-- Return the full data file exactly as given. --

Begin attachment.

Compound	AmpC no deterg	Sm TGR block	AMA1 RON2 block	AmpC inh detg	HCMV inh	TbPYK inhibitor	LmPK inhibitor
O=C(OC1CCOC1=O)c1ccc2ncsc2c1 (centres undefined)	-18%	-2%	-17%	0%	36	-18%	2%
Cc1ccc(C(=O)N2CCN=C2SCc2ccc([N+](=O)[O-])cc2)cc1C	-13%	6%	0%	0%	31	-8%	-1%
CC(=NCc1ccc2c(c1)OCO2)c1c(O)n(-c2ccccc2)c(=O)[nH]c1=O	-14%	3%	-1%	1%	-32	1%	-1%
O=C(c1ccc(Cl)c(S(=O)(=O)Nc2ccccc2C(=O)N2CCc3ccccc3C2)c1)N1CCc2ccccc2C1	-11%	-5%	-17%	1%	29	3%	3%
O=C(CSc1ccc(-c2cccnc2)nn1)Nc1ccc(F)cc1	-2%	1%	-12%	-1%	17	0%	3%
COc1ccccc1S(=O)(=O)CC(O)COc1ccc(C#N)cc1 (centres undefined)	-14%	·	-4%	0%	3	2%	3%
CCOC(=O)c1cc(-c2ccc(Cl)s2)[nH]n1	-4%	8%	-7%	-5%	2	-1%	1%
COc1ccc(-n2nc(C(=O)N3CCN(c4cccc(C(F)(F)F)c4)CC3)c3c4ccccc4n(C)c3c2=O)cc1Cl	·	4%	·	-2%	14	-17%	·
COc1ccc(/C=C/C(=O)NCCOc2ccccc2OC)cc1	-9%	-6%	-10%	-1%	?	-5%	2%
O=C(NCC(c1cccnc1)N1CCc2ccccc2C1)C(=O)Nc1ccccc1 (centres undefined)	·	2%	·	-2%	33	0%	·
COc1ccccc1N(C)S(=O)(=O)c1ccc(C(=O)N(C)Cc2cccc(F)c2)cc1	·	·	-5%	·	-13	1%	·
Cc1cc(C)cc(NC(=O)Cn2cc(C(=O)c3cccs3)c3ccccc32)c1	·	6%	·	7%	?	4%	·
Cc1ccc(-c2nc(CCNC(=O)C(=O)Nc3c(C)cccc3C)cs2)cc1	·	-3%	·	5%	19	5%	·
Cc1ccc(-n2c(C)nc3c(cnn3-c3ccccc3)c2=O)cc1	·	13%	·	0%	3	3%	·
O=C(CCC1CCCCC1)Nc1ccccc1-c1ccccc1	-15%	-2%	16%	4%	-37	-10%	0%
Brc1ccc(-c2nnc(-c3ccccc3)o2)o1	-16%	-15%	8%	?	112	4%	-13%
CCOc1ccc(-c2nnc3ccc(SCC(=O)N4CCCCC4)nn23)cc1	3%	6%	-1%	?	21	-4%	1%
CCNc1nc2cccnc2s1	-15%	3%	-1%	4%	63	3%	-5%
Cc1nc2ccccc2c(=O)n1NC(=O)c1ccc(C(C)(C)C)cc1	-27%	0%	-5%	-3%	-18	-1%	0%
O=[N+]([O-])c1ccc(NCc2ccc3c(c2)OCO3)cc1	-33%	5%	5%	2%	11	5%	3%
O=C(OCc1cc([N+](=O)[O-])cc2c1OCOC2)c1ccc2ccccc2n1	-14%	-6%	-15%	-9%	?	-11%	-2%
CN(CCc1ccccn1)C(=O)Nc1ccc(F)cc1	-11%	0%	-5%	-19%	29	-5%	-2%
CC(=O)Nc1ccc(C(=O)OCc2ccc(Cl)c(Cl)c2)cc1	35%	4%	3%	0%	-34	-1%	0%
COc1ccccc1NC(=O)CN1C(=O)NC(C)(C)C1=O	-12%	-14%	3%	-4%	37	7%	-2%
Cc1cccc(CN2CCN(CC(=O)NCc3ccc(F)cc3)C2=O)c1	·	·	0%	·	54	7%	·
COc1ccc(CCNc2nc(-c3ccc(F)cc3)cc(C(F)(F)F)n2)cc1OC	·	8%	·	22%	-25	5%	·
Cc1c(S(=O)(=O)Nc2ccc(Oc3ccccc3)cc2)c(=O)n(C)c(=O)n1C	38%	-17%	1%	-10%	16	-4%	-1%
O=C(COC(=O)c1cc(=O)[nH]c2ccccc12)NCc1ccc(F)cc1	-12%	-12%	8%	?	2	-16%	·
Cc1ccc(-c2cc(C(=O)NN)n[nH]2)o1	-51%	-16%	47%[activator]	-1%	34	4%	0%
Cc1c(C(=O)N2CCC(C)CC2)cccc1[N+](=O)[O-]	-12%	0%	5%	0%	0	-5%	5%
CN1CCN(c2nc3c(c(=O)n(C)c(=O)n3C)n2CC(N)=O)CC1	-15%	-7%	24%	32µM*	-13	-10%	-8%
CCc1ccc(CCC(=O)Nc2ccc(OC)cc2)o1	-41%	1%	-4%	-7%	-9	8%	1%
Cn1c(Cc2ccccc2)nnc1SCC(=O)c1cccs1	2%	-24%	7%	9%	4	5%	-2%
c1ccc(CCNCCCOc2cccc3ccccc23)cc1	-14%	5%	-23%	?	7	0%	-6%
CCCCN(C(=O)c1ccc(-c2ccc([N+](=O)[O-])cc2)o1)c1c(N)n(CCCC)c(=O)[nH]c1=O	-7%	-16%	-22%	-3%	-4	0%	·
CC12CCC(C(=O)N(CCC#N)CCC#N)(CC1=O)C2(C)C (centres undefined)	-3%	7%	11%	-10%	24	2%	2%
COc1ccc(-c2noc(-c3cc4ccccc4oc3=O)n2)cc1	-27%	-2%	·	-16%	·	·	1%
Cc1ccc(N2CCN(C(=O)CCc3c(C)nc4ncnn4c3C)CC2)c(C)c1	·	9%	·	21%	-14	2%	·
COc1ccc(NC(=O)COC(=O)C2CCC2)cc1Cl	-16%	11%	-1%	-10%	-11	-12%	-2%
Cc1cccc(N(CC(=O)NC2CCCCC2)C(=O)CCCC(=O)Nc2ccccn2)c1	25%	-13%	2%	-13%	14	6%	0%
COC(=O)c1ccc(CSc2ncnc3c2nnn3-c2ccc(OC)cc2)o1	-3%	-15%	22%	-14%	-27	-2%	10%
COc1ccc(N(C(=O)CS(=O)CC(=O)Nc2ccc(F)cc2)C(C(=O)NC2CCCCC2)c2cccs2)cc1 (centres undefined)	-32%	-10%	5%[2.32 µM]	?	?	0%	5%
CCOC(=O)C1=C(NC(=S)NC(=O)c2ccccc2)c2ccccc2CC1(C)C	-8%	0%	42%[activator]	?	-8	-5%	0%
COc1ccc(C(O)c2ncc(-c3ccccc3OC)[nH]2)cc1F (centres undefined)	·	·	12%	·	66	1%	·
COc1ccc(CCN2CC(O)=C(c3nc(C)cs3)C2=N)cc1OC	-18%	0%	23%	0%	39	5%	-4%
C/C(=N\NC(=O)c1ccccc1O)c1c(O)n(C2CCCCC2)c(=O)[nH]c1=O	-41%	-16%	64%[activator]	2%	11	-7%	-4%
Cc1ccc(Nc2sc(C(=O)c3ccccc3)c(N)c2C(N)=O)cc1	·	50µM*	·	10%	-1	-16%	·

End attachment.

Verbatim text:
Compound	AmpC no deterg	Sm TGR block	AMA1 RON2 block	AmpC inh detg	HCMV inh	TbPYK inhibitor	LmPK inhibitor
O=C(OC1CCOC1=O)c1ccc2ncsc2c1 (centres undefined)	-18%	-2%	-17%	0%	36	-18%	2%
Cc1ccc(C(=O)N2CCN=C2SCc2ccc([N+](=O)[O-])cc2)cc1C	-13%	6%	0%	0%	31	-8%	-1%
CC(=NCc1ccc2c(c1)OCO2)c1c(O)n(-c2ccccc2)c(=O)[nH]c1=O	-14%	3%	-1%	1%	-32	1%	-1%
O=C(c1ccc(Cl)c(S(=O)(=O)Nc2ccccc2C(=O)N2CCc3ccccc3C2)c1)N1CCc2ccccc2C1	-11%	-5%	-17%	1%	29	3%	3%
O=C(CSc1ccc(-c2cccnc2)nn1)Nc1ccc(F)cc1	-2%	1%	-12%	-1%	17	0%	3%
COc1ccccc1S(=O)(=O)CC(O)COc1ccc(C#N)cc1 (centres undefined)	-14%	·	-4%	0%	3	2%	3%
CCOC(=O)c1cc(-c2ccc(Cl)s2)[nH]n1	-4%	8%	-7%	-5%	2	-1%	1%
COc1ccc(-n2nc(C(=O)N3CCN(c4cccc(C(F)(F)F)c4)CC3)c3c4ccccc4n(C)c3c2=O)cc1Cl	·	4%	·	-2%	14	-17%	·
COc1ccc(/C=C/C(=O)NCCOc2ccccc2OC)cc1	-9%	-6%	-10%	-1%	?	-5%	2%
O=C(NCC(c1cccnc1)N1CCc2ccccc2C1)C(=O)Nc1ccccc1 (centres undefined)	·	2%	·	-2%	33	0%	·
COc1ccccc1N(C)S(=O)(=O)c1ccc(C(=O)N(C)Cc2cccc(F)c2)cc1	·	·	-5%	·	-13	1%	·
Cc1cc(C)cc(NC(=O)Cn2cc(C(=O)c3cccs3)c3ccccc32)c1	·	6%	·	7%	?	4%	·
Cc1ccc(-c2nc(CCNC(=O)C(=O)Nc3c(C)cccc3C)cs2)cc1	·	-3%	·	5%	19	5%	·
Cc1ccc(-n2c(C)nc3c(cnn3-c3ccccc3)c2=O)cc1	·	13%	·	0%	3	3%	·
O=C(CCC1CCCCC1)Nc1ccccc1-c1ccccc1	-15%	-2%	16%	4%	-37	-10%	0%
Brc1ccc(-c2nnc(-c3ccccc3)o2)o1	-16%	-15%	8%	?	112	4%	-13%
CCOc1ccc(-c2nnc3ccc(SCC(=O)N4CCCCC4)nn23)cc1	3%	6%	-1%	?	21	-4%	1%
CCNc1nc2cccnc2s1	-15%	3%	-1%	4%	63	3%	-5%
Cc1nc2ccccc2c(=O)n1NC(=O)c1ccc(C(C)(C)C)cc1	-27%	0%	-5%	-3%	-18	-1%	0%
O=[N+]([O-])c1ccc(NCc2ccc3c(c2)OCO3)cc1	-33%	5%	5%	2%	11	5%	3%
O=C(OCc1cc([N+](=O)[O-])cc2c1OCOC2)c1ccc2ccccc2n1	-14%	-6%	-15%	-9%	?	-11%	-2%
CN(CCc1ccccn1)C(=O)Nc1ccc(F)cc1	-11%	0%	-5%	-19%	29	-5%	-2%
CC(=O)Nc1ccc(C(=O)OCc2ccc(Cl)c(Cl)c2)cc1	35%	4%	3%	0%	-34	-1%	0%
COc1ccccc1NC(=O)CN1C(=O)NC(C)(C)C1=O	-12%	-14%	3%	-4%	37	7%	-2%
Cc1cccc(CN2CCN(CC(=O)NCc3ccc(F)cc3)C2=O)c1	·	·	0%	·	54	7%	·
COc1ccc(CCNc2nc(-c3ccc(F)cc3)cc(C(F)(F)F)n2)cc1OC	·	8%	·	22%	-25	5%	·
Cc1c(S(=O)(=O)Nc2ccc(Oc3ccccc3)cc2)c(=O)n(C)c(=O)n1C	38%	-17%	1%	-10%	16	-4%	-1%
O=C(COC(=O)c1cc(=O)[nH]c2ccccc12)NCc1ccc(F)cc1	-12%	-12%	8%	?	2	-16%	·
Cc1ccc(-c2cc(C(=O)NN)n[nH]2)o1	-51%	-16%	47%[activator]	-1%	34	4%	0%
Cc1c(C(=O)N2CCC(C)CC2)cccc1[N+](=O)[O-]	-12%	0%	5%	0%	0	-5%	5%
CN1CCN(c2nc3c(c(=O)n(C)c(=O)n3C)n2CC(N)=O)CC1	-15%	-7%	24%	32µM*	-13	-10%	-8%
CCc1ccc(CCC(=O)Nc2ccc(OC)cc2)o1	-41%	1%	-4%	-7%	-9	8%	1%
Cn1c(Cc2ccccc2)nnc1SCC(=O)c1cccs1	2%	-24%	7%	9%	4	5%	-2%
c1ccc(CCNCCCOc2cccc3ccccc23)cc1	-14%	5%	-23%	?	7	0%	-6%
CCCCN(C(=O)c1ccc(-c2ccc([N+](=O)[O-])cc2)o1)c1c(N)n(CCCC)c(=O)[nH]c1=O	-7%	-16%	-22%	-3%	-4	0%	·
CC12CCC(C(=O)N(CCC#N)CCC#N)(CC1=O)C2(C)C (centres undefined)	-3%	7%	11%	-10%	24	2%	2%
COc1ccc(-c2noc(-c3cc4ccccc4oc3=O)n2)cc1	-27%	-2%	·	-16%	·	·	1%
Cc1ccc(N2CCN(C(=O)CCc3c(C)nc4ncnn4c3C)CC2)c(C)c1	·	9%	·	21%	-14	2%	·
COc1ccc(NC(=O)COC(=O)C2CCC2)cc1Cl	-16%	11%	-1%	-10%	-11	-12%	-2%
Cc1cccc(N(CC(=O)NC2CCCCC2)C(=O)CCCC(=O)Nc2ccccn2)c1	25%	-13%	2%	-13%	14	6%	0%
COC(=O)c1ccc(CSc2ncnc3c2nnn3-c2ccc(OC)cc2)o1	-3%	-15%	22%	-14%	-27	-2%	10%
COc1ccc(N(C(=O)CS(=O)CC(=O)Nc2ccc(F)cc2)C(C(=O)NC2CCCCC2)c2cccs2)cc1 (centres undefined)	-32%	-10%	5%[2.32 µM]	?	?	0%	5%
CCOC(=O)C1=C(NC(=S)NC(=O)c2ccccc2)c2ccccc2CC1(C)C	-8%	0%	42%[activator]	?	-8	-5%	0%
COc1ccc(C(O)c2ncc(-c3ccccc3OC)[nH]2)cc1F (centres undefined)	·	·	12%	·	66	1%	·
COc1ccc(CCN2CC(O)=C(c3nc(C)cs3)C2=N)cc1OC	-18%	0%	23%	0%	39	5%	-4%
C/C(=N\NC(=O)c1ccccc1O)c1c(O)n(C2CCCCC2)c(=O)[nH]c1=O	-41%	-16%	64%[activator]	2%	11	-7%	-4%
Cc1ccc(Nc2sc(C(=O)c3ccccc3)c(N)c2C(N)=O)cc1	·	50µM*	·	10%	-1	-16%	·